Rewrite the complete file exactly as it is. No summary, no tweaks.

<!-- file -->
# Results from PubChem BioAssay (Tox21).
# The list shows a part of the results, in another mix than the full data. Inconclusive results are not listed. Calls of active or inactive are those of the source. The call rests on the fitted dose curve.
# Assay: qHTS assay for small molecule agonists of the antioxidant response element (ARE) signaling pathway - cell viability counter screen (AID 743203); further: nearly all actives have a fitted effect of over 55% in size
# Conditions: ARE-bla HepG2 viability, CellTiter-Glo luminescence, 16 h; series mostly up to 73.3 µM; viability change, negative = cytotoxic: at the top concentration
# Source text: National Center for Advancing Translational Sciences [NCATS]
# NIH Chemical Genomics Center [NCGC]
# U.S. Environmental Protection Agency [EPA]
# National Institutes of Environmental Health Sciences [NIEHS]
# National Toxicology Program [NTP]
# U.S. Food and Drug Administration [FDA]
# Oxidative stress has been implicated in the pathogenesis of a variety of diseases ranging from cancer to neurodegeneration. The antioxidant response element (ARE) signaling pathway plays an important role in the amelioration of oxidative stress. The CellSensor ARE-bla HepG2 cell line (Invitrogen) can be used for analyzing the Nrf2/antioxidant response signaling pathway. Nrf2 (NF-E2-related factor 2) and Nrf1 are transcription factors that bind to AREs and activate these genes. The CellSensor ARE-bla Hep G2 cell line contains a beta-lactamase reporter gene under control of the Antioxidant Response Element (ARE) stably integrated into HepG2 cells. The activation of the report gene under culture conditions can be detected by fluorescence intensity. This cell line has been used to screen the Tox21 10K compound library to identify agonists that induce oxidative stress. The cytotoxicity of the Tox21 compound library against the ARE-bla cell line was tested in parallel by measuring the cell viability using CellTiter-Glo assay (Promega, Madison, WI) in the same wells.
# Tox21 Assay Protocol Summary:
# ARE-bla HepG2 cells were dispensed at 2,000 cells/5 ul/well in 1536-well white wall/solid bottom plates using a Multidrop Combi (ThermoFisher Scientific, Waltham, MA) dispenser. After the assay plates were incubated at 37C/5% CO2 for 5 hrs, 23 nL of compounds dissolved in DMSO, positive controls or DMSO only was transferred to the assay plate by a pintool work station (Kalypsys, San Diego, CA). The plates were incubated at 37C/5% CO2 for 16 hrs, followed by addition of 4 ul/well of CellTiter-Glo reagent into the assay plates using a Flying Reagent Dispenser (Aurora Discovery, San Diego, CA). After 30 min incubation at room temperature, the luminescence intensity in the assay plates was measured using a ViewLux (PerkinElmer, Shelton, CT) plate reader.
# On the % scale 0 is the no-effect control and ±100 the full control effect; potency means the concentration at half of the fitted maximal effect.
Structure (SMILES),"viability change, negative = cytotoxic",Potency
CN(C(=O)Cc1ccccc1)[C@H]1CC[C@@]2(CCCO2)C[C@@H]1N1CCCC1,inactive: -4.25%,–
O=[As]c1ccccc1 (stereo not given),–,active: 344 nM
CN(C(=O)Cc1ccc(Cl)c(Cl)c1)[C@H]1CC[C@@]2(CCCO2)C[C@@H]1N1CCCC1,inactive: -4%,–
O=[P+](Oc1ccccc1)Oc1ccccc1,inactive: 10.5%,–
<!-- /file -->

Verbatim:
# Results from PubChem BioAssay (Tox21).
# The list shows a part of the results, in another mix than the full data. Inconclusive results are not listed. Calls of active or inactive are those of the source. The call rests on the fitted dose curve.
# Assay: qHTS assay for small molecule agonists of the antioxidant response element (ARE) signaling pathway - cell viability counter screen (AID 743203); further: nearly all actives have a fitted effect of over 55% in size
# Conditions: ARE-bla HepG2 viability, CellTiter-Glo luminescence, 16 h; series mostly up to 73.3 µM; viability change, negative = cytotoxic: at the top concentration
# Source text: National Center for Advancing Translational Sciences [NCATS]
# NIH Chemical Genomics Center [NCGC]
# U.S. Environmental Protection Agency [EPA]
# National Institutes of Environmental Health Sciences [NIEHS]
# National Toxicology Program [NTP]
# U.S. Food and Drug Administration [FDA]
# Oxidative stress has been implicated in the pathogenesis of a variety of diseases ranging from cancer to neurodegeneration. The antioxidant response element (ARE) signaling pathway plays an important role in the amelioration of oxidative stress. The CellSensor ARE-bla HepG2 cell line (Invitrogen) can be used for analyzing the Nrf2/antioxidant response signaling pathway. Nrf2 (NF-E2-related factor 2) and Nrf1 are transcription factors that bind to AREs and activate these genes. The CellSensor ARE-bla Hep G2 cell line contains a beta-lactamase reporter gene under control of the Antioxidant Response Element (ARE) stably integrated into HepG2 cells. The activation of the report gene under culture conditions can be detected by fluorescence intensity. This cell line has been used to screen the Tox21 10K compound library to identify agonists that induce oxidative stress. The cytotoxicity of the Tox21 compound library against the ARE-bla cell line was tested in parallel by measuring the cell viability using CellTiter-Glo assay (Promega, Madison, WI) in the same wells.
# Tox21 Assay Protocol Summary:
# ARE-bla HepG2 cells were dispensed at 2,000 cells/5 ul/well in 1536-well white wall/solid bottom plates using a Multidrop Combi (ThermoFisher Scientific, Waltham, MA) dispenser. After the assay plates were incubated at 37C/5% CO2 for 5 hrs, 23 nL of compounds dissolved in DMSO, positive controls or DMSO only was transferred to the assay plate by a pintool work station (Kalypsys, San Diego, CA). The plates were incubated at 37C/5% CO2 for 16 hrs, followed by addition of 4 ul/well of CellTiter-Glo reagent into the assay plates using a Flying Reagent Dispenser (Aurora Discovery, San Diego, CA). After 30 min incubation at room temperature, the luminescence intensity in the assay plates was measured using a ViewLux (PerkinElmer, Shelton, CT) plate reader.
# On the % scale 0 is the no-effect control and ±100 the full control effect; potency means the concentration at half of the fitted maximal effect.
Structure (SMILES),"viability change, negative = cytotoxic",Potency
CN(C(=O)Cc1ccccc1)[C@H]1CC[C@@]2(CCCO2)C[C@@H]1N1CCCC1,inactive: -4.25%,–
O=[As]c1ccccc1 (stereo not given),–,active: 344 nM
CN(C(=O)Cc1ccc(Cl)c(Cl)c1)[C@H]1CC[C@@]2(CCCO2)C[C@@H]1N1CCCC1,inactive: -4%,–
O=[P+](Oc1ccccc1)Oc1ccccc1,inactive: 10.5%,–